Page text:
may even be so extremely artificial as to be without trees, flowers or grass. That some actually are so and yet command the admiration of people of taste is an indication of their essential qualities and fundamental differences from parks proper. Few cities have anywhere near as many ornamental squares as they should. It ls particularly desirable that a city should have several of its principal public buildings facing upon a large public square, as the new custom house in New York faces upon the Bowling Green, not occupying it as the postoffice and municipal buildings occupy the City Hall Park.
Play grounds are primarily selected and improved for particular forms of recreation and only such beauty and ornamentation is allowable as will not unduly interfere with their usefulness for their intended purpose. As the noise which those who use them indulge in makes them somewhat objectionable to neighbors it is often best to combine them with public squares in such a way as to partially separate and screen their strictly utilitarian parts from adjoining streets and buildings, as in the case of Charlesbank in Boston, or to locate them in parks proper in such a way as to avoid undue injury to the main purposes of the park as in the case of Jackson Park, Chicago.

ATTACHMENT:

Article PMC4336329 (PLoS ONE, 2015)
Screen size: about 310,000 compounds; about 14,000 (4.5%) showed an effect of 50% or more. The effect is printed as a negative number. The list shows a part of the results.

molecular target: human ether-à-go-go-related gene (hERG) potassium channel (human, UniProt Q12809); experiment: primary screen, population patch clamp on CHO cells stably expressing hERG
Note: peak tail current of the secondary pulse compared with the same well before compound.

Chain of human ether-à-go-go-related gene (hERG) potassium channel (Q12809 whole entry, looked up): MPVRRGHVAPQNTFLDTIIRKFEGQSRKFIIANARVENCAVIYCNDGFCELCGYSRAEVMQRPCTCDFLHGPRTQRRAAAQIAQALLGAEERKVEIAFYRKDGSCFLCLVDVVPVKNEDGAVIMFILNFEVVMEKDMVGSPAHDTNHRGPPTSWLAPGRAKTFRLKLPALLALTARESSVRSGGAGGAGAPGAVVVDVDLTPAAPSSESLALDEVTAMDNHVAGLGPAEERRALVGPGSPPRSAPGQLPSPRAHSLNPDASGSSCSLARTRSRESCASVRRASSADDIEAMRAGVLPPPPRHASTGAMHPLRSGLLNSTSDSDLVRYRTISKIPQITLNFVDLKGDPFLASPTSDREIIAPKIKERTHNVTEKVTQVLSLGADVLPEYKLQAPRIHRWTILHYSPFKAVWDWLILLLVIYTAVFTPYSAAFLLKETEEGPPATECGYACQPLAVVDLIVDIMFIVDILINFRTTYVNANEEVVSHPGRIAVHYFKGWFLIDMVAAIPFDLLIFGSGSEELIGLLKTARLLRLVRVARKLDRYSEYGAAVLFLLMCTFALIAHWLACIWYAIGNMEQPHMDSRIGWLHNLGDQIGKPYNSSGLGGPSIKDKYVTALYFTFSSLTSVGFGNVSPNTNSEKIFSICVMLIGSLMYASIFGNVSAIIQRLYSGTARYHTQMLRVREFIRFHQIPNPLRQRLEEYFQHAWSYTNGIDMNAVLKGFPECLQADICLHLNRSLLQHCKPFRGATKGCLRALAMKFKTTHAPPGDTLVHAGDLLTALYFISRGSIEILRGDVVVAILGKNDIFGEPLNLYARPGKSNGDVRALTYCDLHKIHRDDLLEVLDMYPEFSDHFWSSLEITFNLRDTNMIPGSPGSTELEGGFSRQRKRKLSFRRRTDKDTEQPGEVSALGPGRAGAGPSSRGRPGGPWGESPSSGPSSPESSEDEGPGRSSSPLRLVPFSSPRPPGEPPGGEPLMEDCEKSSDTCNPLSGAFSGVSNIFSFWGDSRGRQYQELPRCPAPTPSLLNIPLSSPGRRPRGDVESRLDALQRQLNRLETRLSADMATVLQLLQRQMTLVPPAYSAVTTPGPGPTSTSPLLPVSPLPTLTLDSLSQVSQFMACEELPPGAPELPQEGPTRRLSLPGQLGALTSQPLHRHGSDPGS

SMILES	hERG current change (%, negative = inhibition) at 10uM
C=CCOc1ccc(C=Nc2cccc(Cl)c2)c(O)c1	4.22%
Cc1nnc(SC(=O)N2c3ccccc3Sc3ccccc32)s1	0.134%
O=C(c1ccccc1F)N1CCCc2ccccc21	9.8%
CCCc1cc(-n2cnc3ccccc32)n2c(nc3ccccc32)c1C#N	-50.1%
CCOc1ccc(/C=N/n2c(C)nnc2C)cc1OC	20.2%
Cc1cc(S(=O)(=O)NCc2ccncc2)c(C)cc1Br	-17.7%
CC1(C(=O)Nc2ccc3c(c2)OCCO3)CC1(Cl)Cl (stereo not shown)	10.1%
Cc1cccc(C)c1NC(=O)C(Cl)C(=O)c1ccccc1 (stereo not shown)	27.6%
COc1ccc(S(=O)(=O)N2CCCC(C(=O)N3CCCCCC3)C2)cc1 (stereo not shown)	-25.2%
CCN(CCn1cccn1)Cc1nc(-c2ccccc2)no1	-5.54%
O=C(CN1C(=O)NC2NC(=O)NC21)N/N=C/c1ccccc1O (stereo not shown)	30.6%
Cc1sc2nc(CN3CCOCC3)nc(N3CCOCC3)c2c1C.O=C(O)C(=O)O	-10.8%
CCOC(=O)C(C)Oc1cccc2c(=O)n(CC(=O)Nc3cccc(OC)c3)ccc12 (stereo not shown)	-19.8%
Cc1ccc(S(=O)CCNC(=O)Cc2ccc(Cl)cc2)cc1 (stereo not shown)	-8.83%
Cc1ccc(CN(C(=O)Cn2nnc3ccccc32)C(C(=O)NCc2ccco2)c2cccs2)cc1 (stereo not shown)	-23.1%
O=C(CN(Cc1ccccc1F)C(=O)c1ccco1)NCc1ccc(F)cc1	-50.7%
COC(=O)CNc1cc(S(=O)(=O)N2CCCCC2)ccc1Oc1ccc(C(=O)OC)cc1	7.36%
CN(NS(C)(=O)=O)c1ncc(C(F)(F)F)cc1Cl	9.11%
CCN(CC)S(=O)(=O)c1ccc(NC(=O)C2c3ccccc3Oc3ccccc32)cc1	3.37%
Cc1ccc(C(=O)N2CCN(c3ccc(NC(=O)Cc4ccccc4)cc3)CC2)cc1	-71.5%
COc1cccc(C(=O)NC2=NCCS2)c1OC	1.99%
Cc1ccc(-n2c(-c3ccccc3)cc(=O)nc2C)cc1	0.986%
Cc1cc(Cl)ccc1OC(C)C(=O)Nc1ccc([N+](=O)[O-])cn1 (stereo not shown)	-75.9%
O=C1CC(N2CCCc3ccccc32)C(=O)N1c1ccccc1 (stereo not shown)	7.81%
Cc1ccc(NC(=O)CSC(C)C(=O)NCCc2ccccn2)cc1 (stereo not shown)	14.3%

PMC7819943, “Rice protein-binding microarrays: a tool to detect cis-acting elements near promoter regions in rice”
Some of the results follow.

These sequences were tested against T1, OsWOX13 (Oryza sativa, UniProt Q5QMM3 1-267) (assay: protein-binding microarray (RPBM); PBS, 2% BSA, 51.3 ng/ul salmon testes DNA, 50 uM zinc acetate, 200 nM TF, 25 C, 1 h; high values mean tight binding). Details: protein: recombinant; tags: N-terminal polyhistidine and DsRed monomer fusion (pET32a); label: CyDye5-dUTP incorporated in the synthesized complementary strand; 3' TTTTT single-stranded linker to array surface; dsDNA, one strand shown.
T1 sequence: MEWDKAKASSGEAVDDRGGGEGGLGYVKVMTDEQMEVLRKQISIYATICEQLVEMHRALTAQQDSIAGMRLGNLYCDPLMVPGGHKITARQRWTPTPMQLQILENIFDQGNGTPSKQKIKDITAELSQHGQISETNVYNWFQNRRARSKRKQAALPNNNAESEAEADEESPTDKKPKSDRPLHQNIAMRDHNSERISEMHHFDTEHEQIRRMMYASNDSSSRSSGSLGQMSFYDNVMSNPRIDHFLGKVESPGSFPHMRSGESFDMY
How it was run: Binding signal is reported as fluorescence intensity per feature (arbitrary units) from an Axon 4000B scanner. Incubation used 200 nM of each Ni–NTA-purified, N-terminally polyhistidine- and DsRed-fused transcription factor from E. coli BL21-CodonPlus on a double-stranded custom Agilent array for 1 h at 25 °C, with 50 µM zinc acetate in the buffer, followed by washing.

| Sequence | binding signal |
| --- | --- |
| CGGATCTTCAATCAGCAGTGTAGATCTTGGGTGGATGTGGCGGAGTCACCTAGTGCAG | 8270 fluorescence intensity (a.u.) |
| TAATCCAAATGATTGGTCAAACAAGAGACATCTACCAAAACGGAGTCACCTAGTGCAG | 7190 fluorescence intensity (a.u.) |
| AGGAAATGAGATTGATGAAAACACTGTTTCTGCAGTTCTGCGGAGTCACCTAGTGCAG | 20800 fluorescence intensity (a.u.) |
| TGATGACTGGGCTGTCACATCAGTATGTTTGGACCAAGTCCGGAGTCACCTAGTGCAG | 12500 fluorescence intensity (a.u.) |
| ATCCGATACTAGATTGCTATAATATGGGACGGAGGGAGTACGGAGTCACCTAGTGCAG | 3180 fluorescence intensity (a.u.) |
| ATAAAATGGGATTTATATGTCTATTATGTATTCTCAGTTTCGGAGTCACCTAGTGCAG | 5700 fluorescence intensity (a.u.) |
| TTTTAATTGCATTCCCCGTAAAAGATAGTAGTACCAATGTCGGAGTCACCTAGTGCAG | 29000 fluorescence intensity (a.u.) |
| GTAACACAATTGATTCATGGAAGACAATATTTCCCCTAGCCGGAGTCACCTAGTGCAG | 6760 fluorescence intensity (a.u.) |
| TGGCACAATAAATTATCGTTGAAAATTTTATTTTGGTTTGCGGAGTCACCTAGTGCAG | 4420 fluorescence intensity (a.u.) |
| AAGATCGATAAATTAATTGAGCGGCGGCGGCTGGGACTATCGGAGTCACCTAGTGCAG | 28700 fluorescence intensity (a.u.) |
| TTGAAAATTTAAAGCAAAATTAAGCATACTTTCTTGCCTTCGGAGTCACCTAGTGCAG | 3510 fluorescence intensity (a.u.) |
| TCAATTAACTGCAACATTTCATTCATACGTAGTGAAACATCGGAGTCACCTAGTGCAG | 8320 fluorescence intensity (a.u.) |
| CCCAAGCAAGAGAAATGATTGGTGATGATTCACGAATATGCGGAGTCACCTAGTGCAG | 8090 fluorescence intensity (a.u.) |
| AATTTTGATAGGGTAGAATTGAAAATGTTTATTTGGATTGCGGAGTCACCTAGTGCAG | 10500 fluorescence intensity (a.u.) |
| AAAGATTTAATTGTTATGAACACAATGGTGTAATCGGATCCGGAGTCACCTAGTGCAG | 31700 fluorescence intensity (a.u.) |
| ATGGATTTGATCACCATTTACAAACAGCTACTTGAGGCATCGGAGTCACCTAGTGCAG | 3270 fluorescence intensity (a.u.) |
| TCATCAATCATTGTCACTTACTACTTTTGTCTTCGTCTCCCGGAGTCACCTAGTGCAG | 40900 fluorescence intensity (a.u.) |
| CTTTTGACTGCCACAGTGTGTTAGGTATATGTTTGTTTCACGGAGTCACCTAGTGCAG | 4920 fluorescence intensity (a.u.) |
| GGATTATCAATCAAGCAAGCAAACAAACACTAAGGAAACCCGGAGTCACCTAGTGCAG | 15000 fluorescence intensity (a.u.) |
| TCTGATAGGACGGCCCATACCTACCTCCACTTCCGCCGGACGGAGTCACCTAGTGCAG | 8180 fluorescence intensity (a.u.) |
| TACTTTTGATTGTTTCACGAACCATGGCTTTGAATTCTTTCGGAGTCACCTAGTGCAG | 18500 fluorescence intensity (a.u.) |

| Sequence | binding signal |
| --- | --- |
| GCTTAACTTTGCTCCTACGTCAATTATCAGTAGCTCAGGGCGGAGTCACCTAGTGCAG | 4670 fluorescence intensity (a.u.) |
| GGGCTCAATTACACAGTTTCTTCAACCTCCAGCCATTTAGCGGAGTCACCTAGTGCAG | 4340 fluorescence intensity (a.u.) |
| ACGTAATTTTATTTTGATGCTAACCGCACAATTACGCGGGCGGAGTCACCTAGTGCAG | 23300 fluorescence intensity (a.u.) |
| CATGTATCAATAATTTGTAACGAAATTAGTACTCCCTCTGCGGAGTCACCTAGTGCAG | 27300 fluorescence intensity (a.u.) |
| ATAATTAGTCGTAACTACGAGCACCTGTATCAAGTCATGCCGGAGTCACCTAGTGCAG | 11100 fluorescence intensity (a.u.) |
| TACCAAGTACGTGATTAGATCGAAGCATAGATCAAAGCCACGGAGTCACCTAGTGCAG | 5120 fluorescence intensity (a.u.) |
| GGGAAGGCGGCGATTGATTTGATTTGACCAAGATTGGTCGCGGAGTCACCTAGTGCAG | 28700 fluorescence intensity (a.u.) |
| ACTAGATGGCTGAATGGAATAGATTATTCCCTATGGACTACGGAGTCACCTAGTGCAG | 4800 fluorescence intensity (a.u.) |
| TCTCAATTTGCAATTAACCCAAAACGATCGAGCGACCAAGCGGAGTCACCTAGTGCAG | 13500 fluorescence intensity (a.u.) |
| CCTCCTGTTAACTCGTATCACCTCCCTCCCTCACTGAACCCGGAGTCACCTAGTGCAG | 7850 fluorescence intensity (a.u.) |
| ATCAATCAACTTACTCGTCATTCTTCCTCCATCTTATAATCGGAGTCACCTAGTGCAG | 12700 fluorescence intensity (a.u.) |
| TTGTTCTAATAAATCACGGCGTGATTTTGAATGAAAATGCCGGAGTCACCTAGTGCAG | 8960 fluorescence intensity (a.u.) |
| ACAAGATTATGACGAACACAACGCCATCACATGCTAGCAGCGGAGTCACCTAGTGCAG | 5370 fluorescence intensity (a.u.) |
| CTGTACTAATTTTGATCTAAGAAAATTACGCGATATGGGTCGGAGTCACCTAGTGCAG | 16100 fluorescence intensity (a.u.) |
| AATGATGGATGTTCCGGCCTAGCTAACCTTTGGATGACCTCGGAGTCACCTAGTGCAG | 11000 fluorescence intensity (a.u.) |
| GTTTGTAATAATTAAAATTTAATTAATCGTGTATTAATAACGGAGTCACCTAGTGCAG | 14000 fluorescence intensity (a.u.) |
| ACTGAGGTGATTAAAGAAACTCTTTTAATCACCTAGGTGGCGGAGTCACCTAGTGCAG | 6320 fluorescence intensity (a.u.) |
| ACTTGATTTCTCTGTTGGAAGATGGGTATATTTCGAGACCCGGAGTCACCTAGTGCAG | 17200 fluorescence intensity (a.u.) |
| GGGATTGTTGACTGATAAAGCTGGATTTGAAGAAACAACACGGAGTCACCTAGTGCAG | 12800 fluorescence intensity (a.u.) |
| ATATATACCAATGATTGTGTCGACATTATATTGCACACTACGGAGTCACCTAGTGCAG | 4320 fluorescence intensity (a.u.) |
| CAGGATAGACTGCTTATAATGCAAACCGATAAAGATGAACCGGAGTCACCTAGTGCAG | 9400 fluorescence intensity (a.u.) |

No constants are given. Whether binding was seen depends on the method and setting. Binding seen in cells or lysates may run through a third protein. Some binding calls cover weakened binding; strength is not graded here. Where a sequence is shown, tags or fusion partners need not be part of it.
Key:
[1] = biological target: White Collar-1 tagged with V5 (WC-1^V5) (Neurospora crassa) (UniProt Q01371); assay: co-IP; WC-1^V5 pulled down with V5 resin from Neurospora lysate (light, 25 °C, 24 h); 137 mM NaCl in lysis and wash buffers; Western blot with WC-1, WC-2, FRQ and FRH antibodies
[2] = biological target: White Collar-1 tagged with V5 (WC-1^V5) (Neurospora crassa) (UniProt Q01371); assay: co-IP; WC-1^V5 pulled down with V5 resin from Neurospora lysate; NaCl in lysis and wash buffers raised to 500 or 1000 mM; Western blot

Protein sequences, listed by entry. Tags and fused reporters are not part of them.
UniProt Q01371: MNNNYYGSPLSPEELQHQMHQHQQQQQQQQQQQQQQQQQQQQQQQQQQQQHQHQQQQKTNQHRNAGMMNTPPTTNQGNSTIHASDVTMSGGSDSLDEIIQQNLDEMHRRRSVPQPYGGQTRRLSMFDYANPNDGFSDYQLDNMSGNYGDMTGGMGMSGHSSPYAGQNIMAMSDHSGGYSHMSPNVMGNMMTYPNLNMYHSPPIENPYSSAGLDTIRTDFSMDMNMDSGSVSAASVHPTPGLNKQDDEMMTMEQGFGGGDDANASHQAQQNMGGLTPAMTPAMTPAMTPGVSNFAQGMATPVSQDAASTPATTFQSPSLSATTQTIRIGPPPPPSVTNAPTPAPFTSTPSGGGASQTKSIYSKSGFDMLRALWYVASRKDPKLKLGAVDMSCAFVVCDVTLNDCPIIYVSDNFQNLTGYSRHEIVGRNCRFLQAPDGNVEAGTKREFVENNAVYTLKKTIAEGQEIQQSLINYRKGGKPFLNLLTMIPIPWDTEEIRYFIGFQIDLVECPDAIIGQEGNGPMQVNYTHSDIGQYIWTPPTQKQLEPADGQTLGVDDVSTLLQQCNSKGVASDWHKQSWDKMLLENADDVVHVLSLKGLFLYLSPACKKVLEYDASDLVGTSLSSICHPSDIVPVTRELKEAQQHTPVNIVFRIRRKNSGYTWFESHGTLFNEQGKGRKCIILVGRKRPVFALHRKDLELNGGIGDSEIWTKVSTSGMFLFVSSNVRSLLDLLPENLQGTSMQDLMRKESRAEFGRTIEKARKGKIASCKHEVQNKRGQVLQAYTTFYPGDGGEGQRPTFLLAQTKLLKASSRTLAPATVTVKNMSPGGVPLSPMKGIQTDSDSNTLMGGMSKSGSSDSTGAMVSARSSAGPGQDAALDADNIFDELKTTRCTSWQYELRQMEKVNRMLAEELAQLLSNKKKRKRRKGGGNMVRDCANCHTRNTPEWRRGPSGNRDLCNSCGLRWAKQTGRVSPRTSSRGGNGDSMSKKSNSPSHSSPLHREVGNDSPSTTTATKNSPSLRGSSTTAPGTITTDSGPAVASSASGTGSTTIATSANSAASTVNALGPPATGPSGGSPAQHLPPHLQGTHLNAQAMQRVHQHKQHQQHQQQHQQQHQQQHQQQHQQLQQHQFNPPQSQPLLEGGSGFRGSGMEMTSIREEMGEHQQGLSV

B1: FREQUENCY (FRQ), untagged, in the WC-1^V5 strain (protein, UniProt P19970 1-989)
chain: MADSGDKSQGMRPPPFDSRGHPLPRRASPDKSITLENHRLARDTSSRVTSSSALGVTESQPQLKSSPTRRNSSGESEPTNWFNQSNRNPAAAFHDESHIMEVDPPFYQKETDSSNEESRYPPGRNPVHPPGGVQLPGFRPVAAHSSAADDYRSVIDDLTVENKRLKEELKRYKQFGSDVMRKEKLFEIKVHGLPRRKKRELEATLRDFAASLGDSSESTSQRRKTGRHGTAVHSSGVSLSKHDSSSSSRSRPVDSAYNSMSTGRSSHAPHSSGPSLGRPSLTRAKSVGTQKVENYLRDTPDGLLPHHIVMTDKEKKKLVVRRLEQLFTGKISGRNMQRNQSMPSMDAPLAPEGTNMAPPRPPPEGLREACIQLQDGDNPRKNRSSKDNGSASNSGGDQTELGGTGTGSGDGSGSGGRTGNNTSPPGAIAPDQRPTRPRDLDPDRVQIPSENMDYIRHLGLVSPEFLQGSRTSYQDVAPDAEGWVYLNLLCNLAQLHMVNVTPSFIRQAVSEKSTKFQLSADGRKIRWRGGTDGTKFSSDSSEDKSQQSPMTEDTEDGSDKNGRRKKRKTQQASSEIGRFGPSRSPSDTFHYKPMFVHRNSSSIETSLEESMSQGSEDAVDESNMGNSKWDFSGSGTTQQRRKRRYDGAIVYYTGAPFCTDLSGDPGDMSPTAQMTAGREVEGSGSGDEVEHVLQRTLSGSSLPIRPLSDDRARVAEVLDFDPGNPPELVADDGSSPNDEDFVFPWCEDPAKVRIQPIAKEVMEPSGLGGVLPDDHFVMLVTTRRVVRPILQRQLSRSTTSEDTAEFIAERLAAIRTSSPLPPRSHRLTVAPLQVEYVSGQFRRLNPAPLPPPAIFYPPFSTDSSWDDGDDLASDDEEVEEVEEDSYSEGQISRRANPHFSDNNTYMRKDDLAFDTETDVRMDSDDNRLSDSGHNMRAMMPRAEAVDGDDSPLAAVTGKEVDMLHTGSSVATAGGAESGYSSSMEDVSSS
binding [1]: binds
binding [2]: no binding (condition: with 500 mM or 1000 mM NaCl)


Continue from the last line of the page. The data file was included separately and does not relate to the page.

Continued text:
Urban or neighborhood parks include public pleasure grounds of a variety of sizes and styles. They may be formal in general design and informal in some details like the public park at Dijon, in France, or they may be as informal as the designer can make them, like Morningside Park, in New York, or, as is generally the case, they may be informal in general design but more or less filled with formal and artificial details like the Public Garden in Boston. Neighborhood parks are large enough to contain naturalistic scenery but not large enough to enable the visitor to enjoy fully the feeling of escape from city sights and sounds and of seclusion which it is the function of the large rural or suburban parks to encourage. Nevertheless the local park is the more useful to the daily life of the citizens since its restricted size and cost enable the city to distribute them in various localities in close proximity to densely populated sections or where they can soon become surrounded by a large population. To make them as attractive and useful as possible it is often best to abandon the attempt to secure simple broad landscape effects and to design them with as many interesting features and useful subdivisions as practicable somewhat as a recreation building is subdivided. It may not be possible to wholly screen out surrounding streets and houses, yet it will usually make them more enjoyable for visitors to do so to some extent. In short, local parks are recreation grounds in which beauty of vegetation and often of small scale naturalistic scenery is the first consideration, but which, nevertheless, admits of a large amount of the formal and semi-